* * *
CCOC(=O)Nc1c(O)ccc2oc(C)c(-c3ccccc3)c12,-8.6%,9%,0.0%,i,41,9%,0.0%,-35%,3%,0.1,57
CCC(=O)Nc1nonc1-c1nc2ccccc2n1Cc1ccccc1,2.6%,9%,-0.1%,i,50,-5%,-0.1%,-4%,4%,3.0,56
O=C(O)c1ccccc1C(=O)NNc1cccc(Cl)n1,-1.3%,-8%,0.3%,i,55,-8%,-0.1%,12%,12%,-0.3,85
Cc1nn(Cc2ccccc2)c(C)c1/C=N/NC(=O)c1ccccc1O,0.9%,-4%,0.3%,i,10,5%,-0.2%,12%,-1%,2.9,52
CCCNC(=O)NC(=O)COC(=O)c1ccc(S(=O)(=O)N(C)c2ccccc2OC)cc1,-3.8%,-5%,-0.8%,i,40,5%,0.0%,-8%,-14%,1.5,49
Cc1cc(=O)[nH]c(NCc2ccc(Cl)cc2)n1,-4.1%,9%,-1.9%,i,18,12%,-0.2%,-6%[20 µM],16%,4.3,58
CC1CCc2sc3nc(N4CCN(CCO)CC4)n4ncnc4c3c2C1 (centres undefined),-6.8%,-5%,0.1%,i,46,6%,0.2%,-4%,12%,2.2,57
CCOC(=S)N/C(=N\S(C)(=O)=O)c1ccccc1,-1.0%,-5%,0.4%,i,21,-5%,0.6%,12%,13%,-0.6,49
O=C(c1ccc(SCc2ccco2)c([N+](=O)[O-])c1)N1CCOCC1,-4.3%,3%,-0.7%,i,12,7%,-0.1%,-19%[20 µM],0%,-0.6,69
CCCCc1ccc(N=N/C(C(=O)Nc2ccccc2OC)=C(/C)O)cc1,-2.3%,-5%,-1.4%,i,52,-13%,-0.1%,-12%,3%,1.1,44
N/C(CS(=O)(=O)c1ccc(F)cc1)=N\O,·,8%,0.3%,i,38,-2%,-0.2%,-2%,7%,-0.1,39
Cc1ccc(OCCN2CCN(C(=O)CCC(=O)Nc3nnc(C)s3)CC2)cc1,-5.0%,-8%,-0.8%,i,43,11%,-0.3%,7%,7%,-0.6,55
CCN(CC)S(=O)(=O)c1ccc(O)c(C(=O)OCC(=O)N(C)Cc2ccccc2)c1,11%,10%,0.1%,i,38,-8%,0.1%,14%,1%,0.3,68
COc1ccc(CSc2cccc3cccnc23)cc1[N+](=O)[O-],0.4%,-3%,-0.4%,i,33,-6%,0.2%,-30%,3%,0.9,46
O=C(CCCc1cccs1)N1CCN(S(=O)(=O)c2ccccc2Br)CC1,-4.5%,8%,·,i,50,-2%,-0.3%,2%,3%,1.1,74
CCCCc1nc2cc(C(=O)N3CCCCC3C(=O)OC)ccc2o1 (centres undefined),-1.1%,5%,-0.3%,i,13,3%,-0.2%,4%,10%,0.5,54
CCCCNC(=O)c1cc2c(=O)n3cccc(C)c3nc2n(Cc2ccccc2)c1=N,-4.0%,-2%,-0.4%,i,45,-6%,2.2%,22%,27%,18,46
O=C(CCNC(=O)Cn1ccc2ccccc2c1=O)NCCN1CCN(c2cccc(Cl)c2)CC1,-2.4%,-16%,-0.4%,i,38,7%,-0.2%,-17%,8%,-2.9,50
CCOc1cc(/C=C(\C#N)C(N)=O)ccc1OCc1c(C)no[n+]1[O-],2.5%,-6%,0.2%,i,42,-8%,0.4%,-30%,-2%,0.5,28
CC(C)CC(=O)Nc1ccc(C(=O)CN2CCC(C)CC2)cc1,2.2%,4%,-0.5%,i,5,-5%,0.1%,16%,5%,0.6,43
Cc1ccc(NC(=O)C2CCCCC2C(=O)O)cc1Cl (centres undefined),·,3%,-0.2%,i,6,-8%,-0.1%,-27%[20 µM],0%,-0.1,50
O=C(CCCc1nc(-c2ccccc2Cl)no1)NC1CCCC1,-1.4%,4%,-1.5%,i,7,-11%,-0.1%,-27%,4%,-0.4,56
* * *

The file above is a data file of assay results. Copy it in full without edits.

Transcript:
CCOC(=O)Nc1c(O)ccc2oc(C)c(-c3ccccc3)c12,-8.6%,9%,0.0%,i,41,9%,0.0%,-35%,3%,0.1,57
CCC(=O)Nc1nonc1-c1nc2ccccc2n1Cc1ccccc1,2.6%,9%,-0.1%,i,50,-5%,-0.1%,-4%,4%,3.0,56
O=C(O)c1ccccc1C(=O)NNc1cccc(Cl)n1,-1.3%,-8%,0.3%,i,55,-8%,-0.1%,12%,12%,-0.3,85
Cc1nn(Cc2ccccc2)c(C)c1/C=N/NC(=O)c1ccccc1O,0.9%,-4%,0.3%,i,10,5%,-0.2%,12%,-1%,2.9,52
CCCNC(=O)NC(=O)COC(=O)c1ccc(S(=O)(=O)N(C)c2ccccc2OC)cc1,-3.8%,-5%,-0.8%,i,40,5%,0.0%,-8%,-14%,1.5,49
Cc1cc(=O)[nH]c(NCc2ccc(Cl)cc2)n1,-4.1%,9%,-1.9%,i,18,12%,-0.2%,-6%[20 µM],16%,4.3,58
CC1CCc2sc3nc(N4CCN(CCO)CC4)n4ncnc4c3c2C1 (centres undefined),-6.8%,-5%,0.1%,i,46,6%,0.2%,-4%,12%,2.2,57
CCOC(=S)N/C(=N\S(C)(=O)=O)c1ccccc1,-1.0%,-5%,0.4%,i,21,-5%,0.6%,12%,13%,-0.6,49
O=C(c1ccc(SCc2ccco2)c([N+](=O)[O-])c1)N1CCOCC1,-4.3%,3%,-0.7%,i,12,7%,-0.1%,-19%[20 µM],0%,-0.6,69
CCCCc1ccc(N=N/C(C(=O)Nc2ccccc2OC)=C(/C)O)cc1,-2.3%,-5%,-1.4%,i,52,-13%,-0.1%,-12%,3%,1.1,44
N/C(CS(=O)(=O)c1ccc(F)cc1)=N\O,·,8%,0.3%,i,38,-2%,-0.2%,-2%,7%,-0.1,39
Cc1ccc(OCCN2CCN(C(=O)CCC(=O)Nc3nnc(C)s3)CC2)cc1,-5.0%,-8%,-0.8%,i,43,11%,-0.3%,7%,7%,-0.6,55
CCN(CC)S(=O)(=O)c1ccc(O)c(C(=O)OCC(=O)N(C)Cc2ccccc2)c1,11%,10%,0.1%,i,38,-8%,0.1%,14%,1%,0.3,68
COc1ccc(CSc2cccc3cccnc23)cc1[N+](=O)[O-],0.4%,-3%,-0.4%,i,33,-6%,0.2%,-30%,3%,0.9,46
O=C(CCCc1cccs1)N1CCN(S(=O)(=O)c2ccccc2Br)CC1,-4.5%,8%,·,i,50,-2%,-0.3%,2%,3%,1.1,74
CCCCc1nc2cc(C(=O)N3CCCCC3C(=O)OC)ccc2o1 (centres undefined),-1.1%,5%,-0.3%,i,13,3%,-0.2%,4%,10%,0.5,54
CCCCNC(=O)c1cc2c(=O)n3cccc(C)c3nc2n(Cc2ccccc2)c1=N,-4.0%,-2%,-0.4%,i,45,-6%,2.2%,22%,27%,18,46
O=C(CCNC(=O)Cn1ccc2ccccc2c1=O)NCCN1CCN(c2cccc(Cl)c2)CC1,-2.4%,-16%,-0.4%,i,38,7%,-0.2%,-17%,8%,-2.9,50
CCOc1cc(/C=C(\C#N)C(N)=O)ccc1OCc1c(C)no[n+]1[O-],2.5%,-6%,0.2%,i,42,-8%,0.4%,-30%,-2%,0.5,28
CC(C)CC(=O)Nc1ccc(C(=O)CN2CCC(C)CC2)cc1,2.2%,4%,-0.5%,i,5,-5%,0.1%,16%,5%,0.6,43
Cc1ccc(NC(=O)C2CCCCC2C(=O)O)cc1Cl (centres undefined),·,3%,-0.2%,i,6,-8%,-0.1%,-27%[20 µM],0%,-0.1,50
O=C(CCCc1nc(-c2ccccc2Cl)no1)NC1CCCC1,-1.4%,4%,-1.5%,i,7,-11%,-0.1%,-27%,4%,-0.4,56